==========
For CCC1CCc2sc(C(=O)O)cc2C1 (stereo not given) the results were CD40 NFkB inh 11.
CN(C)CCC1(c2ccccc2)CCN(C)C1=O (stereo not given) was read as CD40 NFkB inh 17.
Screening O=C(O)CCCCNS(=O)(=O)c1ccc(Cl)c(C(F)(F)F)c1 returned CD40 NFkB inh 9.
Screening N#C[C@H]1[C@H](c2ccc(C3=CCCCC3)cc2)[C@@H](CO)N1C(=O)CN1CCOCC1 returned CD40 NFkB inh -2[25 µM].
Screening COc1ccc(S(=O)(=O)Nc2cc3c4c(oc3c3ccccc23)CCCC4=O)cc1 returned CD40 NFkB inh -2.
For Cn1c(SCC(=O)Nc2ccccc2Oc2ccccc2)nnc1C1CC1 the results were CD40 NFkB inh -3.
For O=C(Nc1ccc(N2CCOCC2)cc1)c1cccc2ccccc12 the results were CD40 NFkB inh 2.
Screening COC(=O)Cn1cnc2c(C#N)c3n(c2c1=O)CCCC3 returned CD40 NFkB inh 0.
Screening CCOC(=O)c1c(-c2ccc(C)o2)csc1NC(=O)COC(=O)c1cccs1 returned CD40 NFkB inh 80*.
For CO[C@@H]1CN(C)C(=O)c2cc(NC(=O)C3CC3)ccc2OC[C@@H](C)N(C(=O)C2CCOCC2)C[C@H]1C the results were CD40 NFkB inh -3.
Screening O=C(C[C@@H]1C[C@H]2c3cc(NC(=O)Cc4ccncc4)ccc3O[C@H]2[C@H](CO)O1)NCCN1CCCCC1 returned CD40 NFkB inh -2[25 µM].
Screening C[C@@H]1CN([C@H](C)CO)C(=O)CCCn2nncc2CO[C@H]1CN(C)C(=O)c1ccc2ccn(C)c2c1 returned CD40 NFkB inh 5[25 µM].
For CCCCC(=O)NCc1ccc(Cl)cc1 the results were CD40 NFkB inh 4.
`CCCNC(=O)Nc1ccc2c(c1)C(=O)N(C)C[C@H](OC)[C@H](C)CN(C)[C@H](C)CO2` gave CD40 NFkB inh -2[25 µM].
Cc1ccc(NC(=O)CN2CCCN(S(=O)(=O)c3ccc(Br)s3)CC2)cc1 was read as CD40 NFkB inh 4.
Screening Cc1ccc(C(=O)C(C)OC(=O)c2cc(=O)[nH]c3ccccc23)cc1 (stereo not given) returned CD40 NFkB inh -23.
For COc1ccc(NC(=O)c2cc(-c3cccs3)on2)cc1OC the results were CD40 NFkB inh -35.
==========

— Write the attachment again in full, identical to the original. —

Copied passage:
For CCC1CCc2sc(C(=O)O)cc2C1 (stereo not given) the results were CD40 NFkB inh 11.
CN(C)CCC1(c2ccccc2)CCN(C)C1=O (stereo not given) was read as CD40 NFkB inh 17.
Screening O=C(O)CCCCNS(=O)(=O)c1ccc(Cl)c(C(F)(F)F)c1 returned CD40 NFkB inh 9.
Screening N#C[C@H]1[C@H](c2ccc(C3=CCCCC3)cc2)[C@@H](CO)N1C(=O)CN1CCOCC1 returned CD40 NFkB inh -2[25 µM].
Screening COc1ccc(S(=O)(=O)Nc2cc3c4c(oc3c3ccccc23)CCCC4=O)cc1 returned CD40 NFkB inh -2.
For Cn1c(SCC(=O)Nc2ccccc2Oc2ccccc2)nnc1C1CC1 the results were CD40 NFkB inh -3.
For O=C(Nc1ccc(N2CCOCC2)cc1)c1cccc2ccccc12 the results were CD40 NFkB inh 2.
Screening COC(=O)Cn1cnc2c(C#N)c3n(c2c1=O)CCCC3 returned CD40 NFkB inh 0.
Screening CCOC(=O)c1c(-c2ccc(C)o2)csc1NC(=O)COC(=O)c1cccs1 returned CD40 NFkB inh 80*.
For CO[C@@H]1CN(C)C(=O)c2cc(NC(=O)C3CC3)ccc2OC[C@@H](C)N(C(=O)C2CCOCC2)C[C@H]1C the results were CD40 NFkB inh -3.
Screening O=C(C[C@@H]1C[C@H]2c3cc(NC(=O)Cc4ccncc4)ccc3O[C@H]2[C@H](CO)O1)NCCN1CCCCC1 returned CD40 NFkB inh -2[25 µM].
Screening C[C@@H]1CN([C@H](C)CO)C(=O)CCCn2nncc2CO[C@H]1CN(C)C(=O)c1ccc2ccn(C)c2c1 returned CD40 NFkB inh 5[25 µM].
For CCCCC(=O)NCc1ccc(Cl)cc1 the results were CD40 NFkB inh 4.
`CCCNC(=O)Nc1ccc2c(c1)C(=O)N(C)C[C@H](OC)[C@H](C)CN(C)[C@H](C)CO2` gave CD40 NFkB inh -2[25 µM].
Cc1ccc(NC(=O)CN2CCCN(S(=O)(=O)c3ccc(Br)s3)CC2)cc1 was read as CD40 NFkB inh 4.
Screening Cc1ccc(C(=O)C(C)OC(=O)c2cc(=O)[nH]c3ccccc23)cc1 (stereo not given) returned CD40 NFkB inh -23.
For COc1ccc(NC(=O)c2cc(-c3cccs3)on2)cc1OC the results were CD40 NFkB inh -35.